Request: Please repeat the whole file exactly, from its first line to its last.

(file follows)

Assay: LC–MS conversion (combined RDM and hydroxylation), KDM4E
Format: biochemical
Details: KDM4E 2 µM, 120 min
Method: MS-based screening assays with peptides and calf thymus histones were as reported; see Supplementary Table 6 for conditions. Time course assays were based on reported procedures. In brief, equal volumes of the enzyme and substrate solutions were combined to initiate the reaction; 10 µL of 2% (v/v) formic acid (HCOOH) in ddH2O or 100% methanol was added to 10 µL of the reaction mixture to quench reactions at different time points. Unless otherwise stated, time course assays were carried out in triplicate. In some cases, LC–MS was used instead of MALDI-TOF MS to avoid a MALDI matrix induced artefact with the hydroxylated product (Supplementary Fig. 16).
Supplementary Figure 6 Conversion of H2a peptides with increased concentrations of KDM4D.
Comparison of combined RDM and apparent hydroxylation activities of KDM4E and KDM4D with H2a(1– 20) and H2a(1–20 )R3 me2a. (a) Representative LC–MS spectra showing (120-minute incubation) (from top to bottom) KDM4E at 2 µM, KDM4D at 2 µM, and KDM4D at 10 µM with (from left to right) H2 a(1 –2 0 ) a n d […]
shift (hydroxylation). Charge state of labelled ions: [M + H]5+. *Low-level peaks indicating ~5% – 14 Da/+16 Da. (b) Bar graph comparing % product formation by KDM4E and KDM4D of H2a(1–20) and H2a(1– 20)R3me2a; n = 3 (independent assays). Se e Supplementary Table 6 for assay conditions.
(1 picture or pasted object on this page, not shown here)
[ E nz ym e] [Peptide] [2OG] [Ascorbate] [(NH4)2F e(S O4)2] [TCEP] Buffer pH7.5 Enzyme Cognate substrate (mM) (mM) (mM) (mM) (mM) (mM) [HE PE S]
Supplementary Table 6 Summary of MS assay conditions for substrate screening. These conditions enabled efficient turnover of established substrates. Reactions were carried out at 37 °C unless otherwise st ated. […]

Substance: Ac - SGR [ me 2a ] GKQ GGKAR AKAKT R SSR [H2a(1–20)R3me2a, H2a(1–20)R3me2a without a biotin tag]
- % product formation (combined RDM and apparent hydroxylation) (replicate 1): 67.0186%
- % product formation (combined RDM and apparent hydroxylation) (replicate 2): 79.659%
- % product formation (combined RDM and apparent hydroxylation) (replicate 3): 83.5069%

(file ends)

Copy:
Assay: LC–MS conversion (combined RDM and hydroxylation), KDM4E
Format: biochemical
Details: KDM4E 2 µM, 120 min
Method: MS-based screening assays with peptides and calf thymus histones were as reported; see Supplementary Table 6 for conditions. Time course assays were based on reported procedures. In brief, equal volumes of the enzyme and substrate solutions were combined to initiate the reaction; 10 µL of 2% (v/v) formic acid (HCOOH) in ddH2O or 100% methanol was added to 10 µL of the reaction mixture to quench reactions at different time points. Unless otherwise stated, time course assays were carried out in triplicate. In some cases, LC–MS was used instead of MALDI-TOF MS to avoid a MALDI matrix induced artefact with the hydroxylated product (Supplementary Fig. 16).
Supplementary Figure 6 Conversion of H2a peptides with increased concentrations of KDM4D.
Comparison of combined RDM and apparent hydroxylation activities of KDM4E and KDM4D with H2a(1– 20) and H2a(1–20 )R3 me2a. (a) Representative LC–MS spectra showing (120-minute incubation) (from top to bottom) KDM4E at 2 µM, KDM4D at 2 µM, and KDM4D at 10 µM with (from left to right) H2 a(1 –2 0 ) a n d […]
shift (hydroxylation). Charge state of labelled ions: [M + H]5+. *Low-level peaks indicating ~5% – 14 Da/+16 Da. (b) Bar graph comparing % product formation by KDM4E and KDM4D of H2a(1–20) and H2a(1– 20)R3me2a; n = 3 (independent assays). Se e Supplementary Table 6 for assay conditions.
(1 picture or pasted object on this page, not shown here)
[ E nz ym e] [Peptide] [2OG] [Ascorbate] [(NH4)2F e(S O4)2] [TCEP] Buffer pH7.5 Enzyme Cognate substrate (mM) (mM) (mM) (mM) (mM) (mM) [HE PE S]
Supplementary Table 6 Summary of MS assay conditions for substrate screening. These conditions enabled efficient turnover of established substrates. Reactions were carried out at 37 °C unless otherwise st ated. […]

Substance: Ac - SGR [ me 2a ] GKQ GGKAR AKAKT R SSR [H2a(1–20)R3me2a, H2a(1–20)R3me2a without a biotin tag]
- % product formation (combined RDM and apparent hydroxylation) (replicate 1): 67.0186%
- % product formation (combined RDM and apparent hydroxylation) (replicate 2): 79.659%
- % product formation (combined RDM and apparent hydroxylation) (replicate 3): 83.5069%